Here is a .midi file of robots singing it.
As usual, the material is CC BY-SA.

Song for October Ending

In around 2006 I wrote this SATB setting of a poem by my grandmother. The weather is a bit autumnal here today and a few people were talking about things they like about autumn, so I thought I’d post it even though it’s two months early.

SONG FOR OCTOBER ENDING

For a season

cold rain imprisons us; our lives

circle around coffee cups,

blue teapots,

things simmering on the stove,

baking in the oven.

We

make jams, jellies and

press

radiant leaves

between slices of waxed paper.

Preserve the days.

Warmth imprints our lives

Warmth is the imprint

of our love.



—-

I haven’t made a recording, I ought to work on that at some stage.

In Commendation of Music

Somehow, I neglected to blog about this at the time… last year I wanted to make a birthday present for Stella, who keeps everything ticking over smoothly at Quire.

So of course I wrote a piece of music. The text is by one William Strode, and I chose it (after the usual laboured searching) because it was a fairly simple metrical poem which I could set in the style of an 18th-century glee. PDF file here and the usual too-slow MIDI. As always it’s released under a Creative Commons BY-NC-SA license.

WHEN whispering strains do softly steal
With creeping passion through the heart
And when at every touch we feel
Our pulses beat and bear a part;
When threads can make
A heartstring shake
Philosophy
Can scarce deny
The soul consists of harmony.

When unto heavenly joy we feign
Whate’er the soul affecteth most,
Which only thus we can explain
By music of the wingàed host,
Whose lays we think
Make stars to wink,
Philosophy
Can scarce deny
Our souls consist of harmony.

O lull me, lull me, charming air,
My senses rock with wonder sweet;
Like snow on wool thy fallings are,
Soft, like a spirit’s, are thy feet:
Grief who need fear
That hath an ear?
Down let him lie
And slumbring die,
And change his soul for harmony.

The Lord Bless Thee

I wrote this for the King James Trust 2011 composition competition. I had intended to enter both categories but failed to get my act together in time, so this was thrown together rather hastily. However, I do like it for what it is: short, sweet, simple. It should work well with either organ or piano. If you had a flute or another instrument, it would lend itself to a descant based on the keyboard part or, for a more advanced player, a skilled music director could write a more complex descant.

The MIDI robots play this just a bit too slowly, I think, but there is a MIDI file here and a PDF file here. As usual I’ve used a Creative Commons license.

Music for St Michael and All Angels

Today I’ve been to St Paul’s Cathedral for Evensong, to hear the winning entry in the recent New Music Competition. There were 58 entrants, out of which one was chosen for the £1000 prize.

Andrew Cusworth chose the same text as I did for the competition, one previously used by Richard Dering in this gem (YouTube link). It was interesting to hear the difference in our approaches to it. I like to think that there are some similarities, and of course I can’t make a fair comparison having heard his piece once and knowing mine rather better than that, but I think his is the better composition, both in terms of technical polish and in terms of suitability for that cathedral. So congratulations to Andrew Cusworth!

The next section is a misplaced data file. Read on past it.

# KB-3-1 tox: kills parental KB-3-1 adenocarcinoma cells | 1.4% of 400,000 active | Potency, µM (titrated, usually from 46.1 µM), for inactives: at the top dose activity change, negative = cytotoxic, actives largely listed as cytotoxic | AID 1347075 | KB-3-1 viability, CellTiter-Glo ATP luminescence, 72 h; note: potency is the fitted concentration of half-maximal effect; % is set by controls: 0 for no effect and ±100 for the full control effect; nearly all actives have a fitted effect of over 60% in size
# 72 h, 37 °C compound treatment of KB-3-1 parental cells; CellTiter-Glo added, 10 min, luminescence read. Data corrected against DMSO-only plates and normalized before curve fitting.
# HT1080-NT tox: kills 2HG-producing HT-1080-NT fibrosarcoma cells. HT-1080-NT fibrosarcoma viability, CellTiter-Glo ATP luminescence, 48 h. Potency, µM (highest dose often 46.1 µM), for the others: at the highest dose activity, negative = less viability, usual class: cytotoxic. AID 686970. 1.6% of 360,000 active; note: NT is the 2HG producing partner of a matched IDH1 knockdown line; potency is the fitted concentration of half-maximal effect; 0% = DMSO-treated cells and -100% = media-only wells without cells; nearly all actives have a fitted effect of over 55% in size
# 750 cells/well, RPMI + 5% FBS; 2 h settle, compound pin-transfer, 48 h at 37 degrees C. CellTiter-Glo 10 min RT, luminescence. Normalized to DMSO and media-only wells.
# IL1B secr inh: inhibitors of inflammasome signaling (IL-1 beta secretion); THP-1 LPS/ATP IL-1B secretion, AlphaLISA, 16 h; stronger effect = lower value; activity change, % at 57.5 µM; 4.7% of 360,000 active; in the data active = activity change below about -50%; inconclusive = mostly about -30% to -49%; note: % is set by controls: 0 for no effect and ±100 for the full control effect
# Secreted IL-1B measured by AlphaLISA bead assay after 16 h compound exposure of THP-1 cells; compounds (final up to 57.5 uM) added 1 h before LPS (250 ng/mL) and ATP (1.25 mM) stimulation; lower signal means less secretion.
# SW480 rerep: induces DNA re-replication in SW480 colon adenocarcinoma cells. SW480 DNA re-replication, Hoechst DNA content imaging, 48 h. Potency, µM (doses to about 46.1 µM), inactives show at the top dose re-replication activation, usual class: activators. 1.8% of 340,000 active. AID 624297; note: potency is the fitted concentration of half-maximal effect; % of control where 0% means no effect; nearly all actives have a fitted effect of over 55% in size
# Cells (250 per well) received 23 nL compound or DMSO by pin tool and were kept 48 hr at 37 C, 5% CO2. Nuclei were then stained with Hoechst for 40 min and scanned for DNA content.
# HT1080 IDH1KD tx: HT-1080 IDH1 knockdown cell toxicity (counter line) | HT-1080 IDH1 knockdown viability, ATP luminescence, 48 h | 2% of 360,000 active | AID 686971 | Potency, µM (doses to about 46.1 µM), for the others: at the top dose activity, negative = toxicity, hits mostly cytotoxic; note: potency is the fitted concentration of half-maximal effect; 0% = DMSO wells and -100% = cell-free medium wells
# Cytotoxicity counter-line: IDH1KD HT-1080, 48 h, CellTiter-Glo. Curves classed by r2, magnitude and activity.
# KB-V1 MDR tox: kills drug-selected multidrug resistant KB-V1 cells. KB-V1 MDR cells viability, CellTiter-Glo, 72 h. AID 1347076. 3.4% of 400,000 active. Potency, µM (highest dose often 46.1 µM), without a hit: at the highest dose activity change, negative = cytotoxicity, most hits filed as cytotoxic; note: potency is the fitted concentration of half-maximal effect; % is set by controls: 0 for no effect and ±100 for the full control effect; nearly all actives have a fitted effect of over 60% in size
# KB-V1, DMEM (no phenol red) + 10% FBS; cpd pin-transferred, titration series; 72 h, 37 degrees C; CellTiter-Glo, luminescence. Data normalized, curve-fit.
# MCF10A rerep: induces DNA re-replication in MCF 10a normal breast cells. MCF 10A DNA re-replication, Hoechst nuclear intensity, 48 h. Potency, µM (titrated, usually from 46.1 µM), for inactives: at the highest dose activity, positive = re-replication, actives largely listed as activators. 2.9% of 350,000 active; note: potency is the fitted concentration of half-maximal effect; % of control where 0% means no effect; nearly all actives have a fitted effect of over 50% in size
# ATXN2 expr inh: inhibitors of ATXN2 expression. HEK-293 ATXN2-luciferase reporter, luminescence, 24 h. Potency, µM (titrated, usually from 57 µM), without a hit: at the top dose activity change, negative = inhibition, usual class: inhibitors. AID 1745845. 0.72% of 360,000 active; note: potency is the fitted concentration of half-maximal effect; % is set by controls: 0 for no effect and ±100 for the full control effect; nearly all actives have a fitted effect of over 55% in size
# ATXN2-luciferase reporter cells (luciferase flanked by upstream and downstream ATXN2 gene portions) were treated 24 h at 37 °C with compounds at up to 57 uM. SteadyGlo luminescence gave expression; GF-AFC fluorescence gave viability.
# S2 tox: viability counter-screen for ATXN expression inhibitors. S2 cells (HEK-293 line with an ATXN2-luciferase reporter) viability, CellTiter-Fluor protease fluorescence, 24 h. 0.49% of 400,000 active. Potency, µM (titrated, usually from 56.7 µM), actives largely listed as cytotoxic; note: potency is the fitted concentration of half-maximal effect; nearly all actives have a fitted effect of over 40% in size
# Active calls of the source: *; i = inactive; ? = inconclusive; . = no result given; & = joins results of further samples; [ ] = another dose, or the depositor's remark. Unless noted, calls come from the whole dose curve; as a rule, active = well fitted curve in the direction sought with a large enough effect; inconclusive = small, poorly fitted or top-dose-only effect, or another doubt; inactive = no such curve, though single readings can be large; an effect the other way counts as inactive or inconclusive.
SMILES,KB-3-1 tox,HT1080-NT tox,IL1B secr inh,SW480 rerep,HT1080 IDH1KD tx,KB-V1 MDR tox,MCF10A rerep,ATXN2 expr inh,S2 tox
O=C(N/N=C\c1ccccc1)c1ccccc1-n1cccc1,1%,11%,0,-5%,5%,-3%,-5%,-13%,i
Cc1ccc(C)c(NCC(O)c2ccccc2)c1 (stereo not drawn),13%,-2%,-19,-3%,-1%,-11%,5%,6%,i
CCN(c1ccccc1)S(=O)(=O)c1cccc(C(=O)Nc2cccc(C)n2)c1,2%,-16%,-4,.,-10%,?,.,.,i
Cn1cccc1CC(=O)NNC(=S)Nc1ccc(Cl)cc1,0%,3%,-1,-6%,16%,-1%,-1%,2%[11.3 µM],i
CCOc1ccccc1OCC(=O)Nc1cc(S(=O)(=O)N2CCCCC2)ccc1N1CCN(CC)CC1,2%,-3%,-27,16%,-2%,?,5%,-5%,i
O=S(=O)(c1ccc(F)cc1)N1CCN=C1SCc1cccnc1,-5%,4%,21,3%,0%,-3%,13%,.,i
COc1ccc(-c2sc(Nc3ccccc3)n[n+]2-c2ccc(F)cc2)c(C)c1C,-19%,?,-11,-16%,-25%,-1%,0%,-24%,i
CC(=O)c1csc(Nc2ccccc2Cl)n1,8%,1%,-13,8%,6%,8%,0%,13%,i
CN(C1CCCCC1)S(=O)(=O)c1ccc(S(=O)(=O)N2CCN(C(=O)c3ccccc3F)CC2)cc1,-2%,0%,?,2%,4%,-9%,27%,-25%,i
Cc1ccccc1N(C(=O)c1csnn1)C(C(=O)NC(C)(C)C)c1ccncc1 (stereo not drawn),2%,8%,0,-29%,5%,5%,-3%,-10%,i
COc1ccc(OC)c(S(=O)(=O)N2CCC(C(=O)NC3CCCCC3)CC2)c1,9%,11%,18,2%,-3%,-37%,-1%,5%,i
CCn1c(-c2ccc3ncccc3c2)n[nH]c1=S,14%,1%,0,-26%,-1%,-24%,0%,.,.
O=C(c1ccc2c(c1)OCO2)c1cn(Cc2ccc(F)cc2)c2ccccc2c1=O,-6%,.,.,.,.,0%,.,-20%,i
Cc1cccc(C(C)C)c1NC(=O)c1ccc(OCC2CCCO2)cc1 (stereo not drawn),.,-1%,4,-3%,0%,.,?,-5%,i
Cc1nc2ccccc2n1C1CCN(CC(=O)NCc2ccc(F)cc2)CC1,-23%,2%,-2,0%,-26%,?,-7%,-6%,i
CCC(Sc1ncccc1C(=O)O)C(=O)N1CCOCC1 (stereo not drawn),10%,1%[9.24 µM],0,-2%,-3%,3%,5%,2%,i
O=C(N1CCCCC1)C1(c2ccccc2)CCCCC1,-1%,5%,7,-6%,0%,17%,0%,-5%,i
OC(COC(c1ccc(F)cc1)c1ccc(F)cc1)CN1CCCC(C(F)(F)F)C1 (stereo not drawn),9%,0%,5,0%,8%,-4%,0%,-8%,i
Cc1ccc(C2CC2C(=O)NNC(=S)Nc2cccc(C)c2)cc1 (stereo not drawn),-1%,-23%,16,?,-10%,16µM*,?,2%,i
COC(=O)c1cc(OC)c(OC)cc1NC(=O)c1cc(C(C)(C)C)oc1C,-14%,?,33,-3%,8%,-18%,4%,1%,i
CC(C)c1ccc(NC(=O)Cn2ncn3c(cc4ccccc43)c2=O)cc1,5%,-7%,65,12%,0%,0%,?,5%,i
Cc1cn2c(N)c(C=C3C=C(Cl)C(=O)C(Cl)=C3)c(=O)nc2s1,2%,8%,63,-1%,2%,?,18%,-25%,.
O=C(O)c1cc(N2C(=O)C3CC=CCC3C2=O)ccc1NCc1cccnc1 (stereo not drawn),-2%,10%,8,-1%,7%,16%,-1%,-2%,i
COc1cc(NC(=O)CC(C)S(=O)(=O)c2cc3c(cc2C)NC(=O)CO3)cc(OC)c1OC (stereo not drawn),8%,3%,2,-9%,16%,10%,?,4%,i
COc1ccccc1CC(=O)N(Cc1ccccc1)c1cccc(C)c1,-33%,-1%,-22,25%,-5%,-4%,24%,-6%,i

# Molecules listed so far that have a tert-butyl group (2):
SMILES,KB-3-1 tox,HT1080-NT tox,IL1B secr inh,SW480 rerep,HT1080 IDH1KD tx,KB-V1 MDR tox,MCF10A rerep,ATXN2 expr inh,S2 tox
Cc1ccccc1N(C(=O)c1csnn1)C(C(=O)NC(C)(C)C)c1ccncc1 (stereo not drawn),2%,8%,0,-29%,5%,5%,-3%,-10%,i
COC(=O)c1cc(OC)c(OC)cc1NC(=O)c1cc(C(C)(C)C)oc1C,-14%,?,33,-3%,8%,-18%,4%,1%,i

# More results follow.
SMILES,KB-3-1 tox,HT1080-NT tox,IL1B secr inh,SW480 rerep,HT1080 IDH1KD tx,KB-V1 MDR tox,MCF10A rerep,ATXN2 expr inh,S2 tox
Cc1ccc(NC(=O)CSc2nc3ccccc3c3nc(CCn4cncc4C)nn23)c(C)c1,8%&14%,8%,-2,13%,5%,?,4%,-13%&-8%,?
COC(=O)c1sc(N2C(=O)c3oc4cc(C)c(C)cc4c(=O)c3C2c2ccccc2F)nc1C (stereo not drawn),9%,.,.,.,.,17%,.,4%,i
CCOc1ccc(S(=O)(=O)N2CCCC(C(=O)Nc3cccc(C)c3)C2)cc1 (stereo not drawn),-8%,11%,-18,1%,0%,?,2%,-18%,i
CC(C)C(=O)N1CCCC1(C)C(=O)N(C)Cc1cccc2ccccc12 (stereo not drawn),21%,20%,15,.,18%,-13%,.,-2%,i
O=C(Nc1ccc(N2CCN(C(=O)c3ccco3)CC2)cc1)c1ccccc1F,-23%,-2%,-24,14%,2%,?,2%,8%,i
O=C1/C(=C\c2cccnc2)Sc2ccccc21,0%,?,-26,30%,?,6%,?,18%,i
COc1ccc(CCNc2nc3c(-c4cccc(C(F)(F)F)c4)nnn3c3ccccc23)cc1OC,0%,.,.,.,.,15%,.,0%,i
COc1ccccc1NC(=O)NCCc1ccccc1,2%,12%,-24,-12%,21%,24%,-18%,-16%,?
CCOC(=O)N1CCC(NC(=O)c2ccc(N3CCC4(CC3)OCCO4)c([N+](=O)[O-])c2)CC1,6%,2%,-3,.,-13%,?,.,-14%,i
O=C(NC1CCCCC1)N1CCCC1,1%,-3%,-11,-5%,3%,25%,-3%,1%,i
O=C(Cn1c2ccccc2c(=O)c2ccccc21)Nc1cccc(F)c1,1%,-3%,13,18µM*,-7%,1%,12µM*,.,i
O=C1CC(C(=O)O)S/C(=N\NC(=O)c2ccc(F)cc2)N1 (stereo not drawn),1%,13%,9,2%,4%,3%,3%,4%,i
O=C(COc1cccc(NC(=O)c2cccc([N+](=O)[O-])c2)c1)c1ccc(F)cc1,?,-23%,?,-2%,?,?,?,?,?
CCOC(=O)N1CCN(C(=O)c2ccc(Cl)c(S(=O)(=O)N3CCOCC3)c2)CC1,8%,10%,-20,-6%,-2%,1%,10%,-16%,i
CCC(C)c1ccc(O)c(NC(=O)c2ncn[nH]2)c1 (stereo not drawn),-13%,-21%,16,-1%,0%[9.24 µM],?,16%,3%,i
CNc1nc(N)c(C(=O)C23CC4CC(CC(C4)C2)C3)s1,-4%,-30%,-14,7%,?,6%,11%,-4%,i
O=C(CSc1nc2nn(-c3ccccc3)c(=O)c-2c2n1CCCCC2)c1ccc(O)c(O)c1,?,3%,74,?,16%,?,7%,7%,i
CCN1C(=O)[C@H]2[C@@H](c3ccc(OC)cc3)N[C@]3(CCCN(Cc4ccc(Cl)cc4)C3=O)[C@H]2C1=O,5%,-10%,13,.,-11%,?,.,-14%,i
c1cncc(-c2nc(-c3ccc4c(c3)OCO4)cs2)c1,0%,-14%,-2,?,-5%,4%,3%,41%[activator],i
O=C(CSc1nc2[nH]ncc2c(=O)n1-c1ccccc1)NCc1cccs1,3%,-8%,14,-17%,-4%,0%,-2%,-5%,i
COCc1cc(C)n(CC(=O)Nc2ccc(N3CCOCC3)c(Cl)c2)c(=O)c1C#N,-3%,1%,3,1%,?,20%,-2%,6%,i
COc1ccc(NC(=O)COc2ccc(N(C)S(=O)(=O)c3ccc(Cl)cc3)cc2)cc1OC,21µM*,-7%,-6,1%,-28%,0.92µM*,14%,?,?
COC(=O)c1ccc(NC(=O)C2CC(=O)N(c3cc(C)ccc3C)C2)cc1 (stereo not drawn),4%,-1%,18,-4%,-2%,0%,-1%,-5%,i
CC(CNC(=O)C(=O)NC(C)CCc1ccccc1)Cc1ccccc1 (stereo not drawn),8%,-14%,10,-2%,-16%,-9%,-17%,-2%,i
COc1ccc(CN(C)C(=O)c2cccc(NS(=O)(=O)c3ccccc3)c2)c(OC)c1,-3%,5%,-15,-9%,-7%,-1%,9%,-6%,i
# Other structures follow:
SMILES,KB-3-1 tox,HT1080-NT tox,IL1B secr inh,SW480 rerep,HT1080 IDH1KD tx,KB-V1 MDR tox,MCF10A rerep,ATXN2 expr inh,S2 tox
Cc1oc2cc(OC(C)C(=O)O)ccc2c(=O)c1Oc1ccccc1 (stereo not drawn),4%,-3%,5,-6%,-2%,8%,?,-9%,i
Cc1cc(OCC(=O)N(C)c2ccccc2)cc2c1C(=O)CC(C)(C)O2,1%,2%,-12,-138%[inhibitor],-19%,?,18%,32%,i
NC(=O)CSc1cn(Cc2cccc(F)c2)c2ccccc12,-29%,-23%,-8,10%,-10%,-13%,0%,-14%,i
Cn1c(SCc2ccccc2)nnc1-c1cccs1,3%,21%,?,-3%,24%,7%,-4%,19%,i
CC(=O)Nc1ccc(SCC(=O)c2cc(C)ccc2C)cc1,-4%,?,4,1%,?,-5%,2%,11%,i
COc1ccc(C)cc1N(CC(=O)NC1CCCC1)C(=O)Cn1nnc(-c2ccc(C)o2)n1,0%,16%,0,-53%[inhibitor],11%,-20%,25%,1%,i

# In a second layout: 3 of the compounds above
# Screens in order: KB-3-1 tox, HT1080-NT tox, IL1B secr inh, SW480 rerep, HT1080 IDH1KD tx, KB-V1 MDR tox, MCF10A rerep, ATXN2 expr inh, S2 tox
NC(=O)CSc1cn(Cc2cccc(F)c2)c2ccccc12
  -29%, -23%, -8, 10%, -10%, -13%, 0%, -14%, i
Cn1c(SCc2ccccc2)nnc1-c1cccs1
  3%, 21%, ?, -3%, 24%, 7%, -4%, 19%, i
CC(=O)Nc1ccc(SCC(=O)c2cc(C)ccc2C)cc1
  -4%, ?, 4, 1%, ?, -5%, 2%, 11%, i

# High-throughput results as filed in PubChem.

I struggled over my submission, trying to be faithful to the idea of angels as strange and terrifying beings, but also to stay within strict limits — SATB + organ, under 4 minutes — and keep the piece suitable for use in a liturgical setting. In the end I knew I hadn’t quite managed the latter; what I wrote was too exciting, too dramatic, and too ragged round the edges to fit into a stately Evensong. I did start over several times with several versions of the text in English and Latin, and each time it seemed to demand such a treatment. Eventually I gave up, tidied up what I had and submitted that.

It doesn’t look like Andrew’s version is online. So, here is my version: Factum est silentium [PDF] [MIDI]. Of course, the midi version sounds like robots rather than angels, but that’s always the way of these machines! As always this is released under a CC-BY-SA license. Perhaps in a different building with a different choir it will work better, or perhaps someone else can take my ideas and develop them.

It was while I was researching the Revelation-based text of Richard Dering’s “Factum est silentium” that I happened across a blog which eventually led me to Dust, a blog I’ve been trying to keep up with and very much enjoying the last few days as its author has been to a very shiny conference. (He quotes Christopher Smart in his subtitle, too.) My own research into psalmody has mostly consisted of reading a lot and doing some singing, and is much less advanced; I expect that much of the Oxford Psalms Conference would have been beyond my grasp. Nevertheless, I’m really glad to have found this rather random connection, which I might not have otherwise stumbled upon.

Give Us Grace

Earlier this year, Rev Kathryn Fleming asked me to write something for the patronal festival of St Matthew’s, Cainscross, which was this Tuesday. It needed to be something fairly simple, a round perhaps, something the congregation would be able to pick up quickly and sing at the service; it needed to be relevant to the occasion but useful for other situations as well.


I was happy to make an attempt, of course.

I found writing a round an interesting exercise. I’ve written one before, which I released anonymously, but that one was not something I set out to write, just one of the little ditties that turns up sometimes. Keeping melodic interest while not writing too many harmonic crunches was a challenge, especially at one point when I got a deceptive (that’s interrupted to you Brits) cadence stuck in my head.

Give us grace [PDF] [MIDI] is the result. As usual, I have released it under a CC-BY-SA license; you are welcome to use this music, as long as you attribute me appropriately and as long as any derivative works are released under a similar license.